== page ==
Echoic Memory In Primitive Auditory Selective Attention

Ben Weedon
Zofia Kaminska

Psychology Department, City University, London, EC1V 0HB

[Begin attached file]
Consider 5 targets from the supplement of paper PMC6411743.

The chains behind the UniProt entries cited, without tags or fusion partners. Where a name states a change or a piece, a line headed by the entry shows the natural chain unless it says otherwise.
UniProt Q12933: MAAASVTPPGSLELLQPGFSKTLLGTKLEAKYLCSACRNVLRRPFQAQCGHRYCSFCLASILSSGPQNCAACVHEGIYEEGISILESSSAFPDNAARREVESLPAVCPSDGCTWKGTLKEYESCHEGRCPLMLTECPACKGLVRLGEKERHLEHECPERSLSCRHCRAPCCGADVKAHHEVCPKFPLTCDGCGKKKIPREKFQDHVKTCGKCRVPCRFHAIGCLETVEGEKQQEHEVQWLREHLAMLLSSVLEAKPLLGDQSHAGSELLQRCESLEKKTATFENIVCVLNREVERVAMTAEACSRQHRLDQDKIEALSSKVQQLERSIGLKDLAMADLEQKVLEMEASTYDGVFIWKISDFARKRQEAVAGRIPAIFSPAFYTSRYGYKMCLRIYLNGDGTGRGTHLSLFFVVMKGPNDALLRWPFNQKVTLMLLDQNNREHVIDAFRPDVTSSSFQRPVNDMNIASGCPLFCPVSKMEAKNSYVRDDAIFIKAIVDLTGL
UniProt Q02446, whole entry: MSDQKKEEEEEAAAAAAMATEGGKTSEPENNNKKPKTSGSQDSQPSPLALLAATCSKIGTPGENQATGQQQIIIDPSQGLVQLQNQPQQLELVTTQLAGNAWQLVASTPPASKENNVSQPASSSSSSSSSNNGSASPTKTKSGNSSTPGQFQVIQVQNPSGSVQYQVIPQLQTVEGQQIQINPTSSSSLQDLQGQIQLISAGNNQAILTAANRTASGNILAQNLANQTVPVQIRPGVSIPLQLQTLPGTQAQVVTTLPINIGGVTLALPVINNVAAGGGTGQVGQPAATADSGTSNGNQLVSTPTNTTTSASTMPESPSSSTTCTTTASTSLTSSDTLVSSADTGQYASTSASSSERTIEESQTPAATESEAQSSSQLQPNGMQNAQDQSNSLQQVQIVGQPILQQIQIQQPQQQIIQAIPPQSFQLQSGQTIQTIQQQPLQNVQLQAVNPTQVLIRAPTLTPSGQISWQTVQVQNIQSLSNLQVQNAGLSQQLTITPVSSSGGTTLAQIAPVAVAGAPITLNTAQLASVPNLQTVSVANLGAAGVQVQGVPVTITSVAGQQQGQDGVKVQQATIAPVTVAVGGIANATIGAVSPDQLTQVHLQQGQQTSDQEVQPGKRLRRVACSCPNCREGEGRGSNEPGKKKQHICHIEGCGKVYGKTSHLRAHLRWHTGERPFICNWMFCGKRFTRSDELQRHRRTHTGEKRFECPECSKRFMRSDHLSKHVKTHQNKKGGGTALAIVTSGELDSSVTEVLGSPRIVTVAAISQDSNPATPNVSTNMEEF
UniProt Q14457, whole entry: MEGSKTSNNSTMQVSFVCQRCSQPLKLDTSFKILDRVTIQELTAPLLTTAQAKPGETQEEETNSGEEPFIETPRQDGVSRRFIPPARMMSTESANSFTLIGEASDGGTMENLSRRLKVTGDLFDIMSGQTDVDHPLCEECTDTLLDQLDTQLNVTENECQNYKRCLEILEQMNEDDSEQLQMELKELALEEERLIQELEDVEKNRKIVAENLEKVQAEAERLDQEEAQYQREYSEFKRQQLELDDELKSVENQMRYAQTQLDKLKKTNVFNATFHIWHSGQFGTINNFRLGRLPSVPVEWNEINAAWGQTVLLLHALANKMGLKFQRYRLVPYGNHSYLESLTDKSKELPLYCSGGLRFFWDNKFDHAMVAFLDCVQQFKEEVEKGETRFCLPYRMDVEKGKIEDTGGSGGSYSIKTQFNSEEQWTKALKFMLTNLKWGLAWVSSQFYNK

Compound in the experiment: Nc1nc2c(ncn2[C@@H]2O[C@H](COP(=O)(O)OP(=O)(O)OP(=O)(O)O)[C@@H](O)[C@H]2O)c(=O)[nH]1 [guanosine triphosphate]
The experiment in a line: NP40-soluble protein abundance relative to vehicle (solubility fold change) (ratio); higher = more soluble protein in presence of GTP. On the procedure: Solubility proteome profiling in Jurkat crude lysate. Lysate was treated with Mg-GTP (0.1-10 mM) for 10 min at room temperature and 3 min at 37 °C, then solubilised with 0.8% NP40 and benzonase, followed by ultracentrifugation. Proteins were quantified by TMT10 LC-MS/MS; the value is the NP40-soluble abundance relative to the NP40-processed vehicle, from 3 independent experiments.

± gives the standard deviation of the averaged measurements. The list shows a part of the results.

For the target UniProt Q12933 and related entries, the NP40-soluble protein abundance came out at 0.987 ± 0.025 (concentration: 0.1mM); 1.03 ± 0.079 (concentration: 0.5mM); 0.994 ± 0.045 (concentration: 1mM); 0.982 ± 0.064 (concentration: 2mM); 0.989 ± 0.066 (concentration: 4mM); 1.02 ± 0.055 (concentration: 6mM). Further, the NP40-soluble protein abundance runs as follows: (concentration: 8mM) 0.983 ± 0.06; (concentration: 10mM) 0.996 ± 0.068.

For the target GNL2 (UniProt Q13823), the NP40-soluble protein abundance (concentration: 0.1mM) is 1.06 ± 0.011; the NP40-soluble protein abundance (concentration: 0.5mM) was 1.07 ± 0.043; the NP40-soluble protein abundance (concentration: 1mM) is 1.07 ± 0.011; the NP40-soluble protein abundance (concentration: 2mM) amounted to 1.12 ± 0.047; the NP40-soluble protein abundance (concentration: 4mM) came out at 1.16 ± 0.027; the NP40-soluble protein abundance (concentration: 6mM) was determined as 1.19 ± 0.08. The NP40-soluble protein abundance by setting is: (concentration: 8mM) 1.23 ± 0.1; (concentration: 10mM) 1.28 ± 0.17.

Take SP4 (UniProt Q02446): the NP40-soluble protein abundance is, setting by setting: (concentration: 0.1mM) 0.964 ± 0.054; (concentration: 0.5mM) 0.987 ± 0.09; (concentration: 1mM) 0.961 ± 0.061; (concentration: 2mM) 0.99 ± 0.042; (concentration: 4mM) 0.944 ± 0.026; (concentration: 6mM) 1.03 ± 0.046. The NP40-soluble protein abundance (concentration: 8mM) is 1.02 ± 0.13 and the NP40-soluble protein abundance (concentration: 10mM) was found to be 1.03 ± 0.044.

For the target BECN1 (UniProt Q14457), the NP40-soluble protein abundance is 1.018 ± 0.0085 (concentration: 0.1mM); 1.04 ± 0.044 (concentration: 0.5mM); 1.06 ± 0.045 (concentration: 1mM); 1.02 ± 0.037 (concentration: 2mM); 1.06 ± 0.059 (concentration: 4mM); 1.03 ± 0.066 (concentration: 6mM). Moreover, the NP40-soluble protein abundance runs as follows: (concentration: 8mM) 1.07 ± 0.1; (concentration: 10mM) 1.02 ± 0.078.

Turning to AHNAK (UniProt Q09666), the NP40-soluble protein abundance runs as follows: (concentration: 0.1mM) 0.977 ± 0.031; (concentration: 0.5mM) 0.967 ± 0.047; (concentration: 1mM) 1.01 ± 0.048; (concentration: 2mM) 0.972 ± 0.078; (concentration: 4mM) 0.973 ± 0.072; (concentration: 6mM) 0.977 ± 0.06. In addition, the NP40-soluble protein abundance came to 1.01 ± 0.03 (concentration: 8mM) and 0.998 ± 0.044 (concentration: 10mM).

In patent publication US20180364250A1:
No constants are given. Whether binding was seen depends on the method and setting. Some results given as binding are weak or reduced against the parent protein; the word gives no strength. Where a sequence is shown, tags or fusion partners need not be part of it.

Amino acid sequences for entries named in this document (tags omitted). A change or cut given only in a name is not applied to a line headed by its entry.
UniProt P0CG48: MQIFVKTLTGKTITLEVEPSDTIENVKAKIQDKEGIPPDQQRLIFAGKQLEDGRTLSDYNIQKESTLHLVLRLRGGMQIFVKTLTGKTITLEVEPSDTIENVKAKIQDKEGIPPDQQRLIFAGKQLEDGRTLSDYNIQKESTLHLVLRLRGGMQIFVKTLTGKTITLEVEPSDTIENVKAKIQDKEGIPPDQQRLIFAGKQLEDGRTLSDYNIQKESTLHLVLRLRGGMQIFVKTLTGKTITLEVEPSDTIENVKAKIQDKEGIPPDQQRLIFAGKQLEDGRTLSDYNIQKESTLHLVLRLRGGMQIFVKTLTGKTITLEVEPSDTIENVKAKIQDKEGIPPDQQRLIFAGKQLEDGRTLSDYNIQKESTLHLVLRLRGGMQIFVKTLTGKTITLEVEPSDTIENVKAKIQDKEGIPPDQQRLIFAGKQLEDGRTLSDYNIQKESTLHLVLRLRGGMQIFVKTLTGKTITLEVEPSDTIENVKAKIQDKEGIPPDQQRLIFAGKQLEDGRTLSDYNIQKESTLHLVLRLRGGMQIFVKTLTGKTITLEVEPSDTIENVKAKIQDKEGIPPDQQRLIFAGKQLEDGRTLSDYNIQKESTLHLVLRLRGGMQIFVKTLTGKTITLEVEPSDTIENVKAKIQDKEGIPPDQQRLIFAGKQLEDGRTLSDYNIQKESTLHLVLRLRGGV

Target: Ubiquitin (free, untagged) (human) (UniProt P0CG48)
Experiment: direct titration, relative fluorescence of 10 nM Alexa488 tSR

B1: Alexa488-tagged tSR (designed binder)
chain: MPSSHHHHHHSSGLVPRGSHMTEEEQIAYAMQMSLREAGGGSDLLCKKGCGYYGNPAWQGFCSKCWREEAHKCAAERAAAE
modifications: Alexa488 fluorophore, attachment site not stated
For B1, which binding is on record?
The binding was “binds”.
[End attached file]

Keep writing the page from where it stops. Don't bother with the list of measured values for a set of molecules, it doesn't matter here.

This study explored possible confounding effects of echoic memory on estimates of attentional capacity by attempting to estimate capacity while controlling the effect of echoic memory. Detection of a target stimulus and identification of its carrier stream was investigated as a function of variation in number of concurrent non-overlapping auditory streams (1 to 4) and of condition of echoic memory involvement (available or eliminated via articulatory suppression). Error rates were found to increase non-linearly as a function of number of streams, but with a different point of discontinuity - indicative of a processing limitation - under different conditions of memory involvement, a higher capacity (3 as opposed to 2 streams) being achieved with echoic memory contribution. Detection response latencies also increased as a function of number of streams, but the increases were linear. Echoic memory also significantly reduced the response latency. These findings, which implicate echoic memory as a contributory factor in estimates of auditory attention, may help to resolve discrepancies in previous research and have implications for modeling auditory attentional processes.

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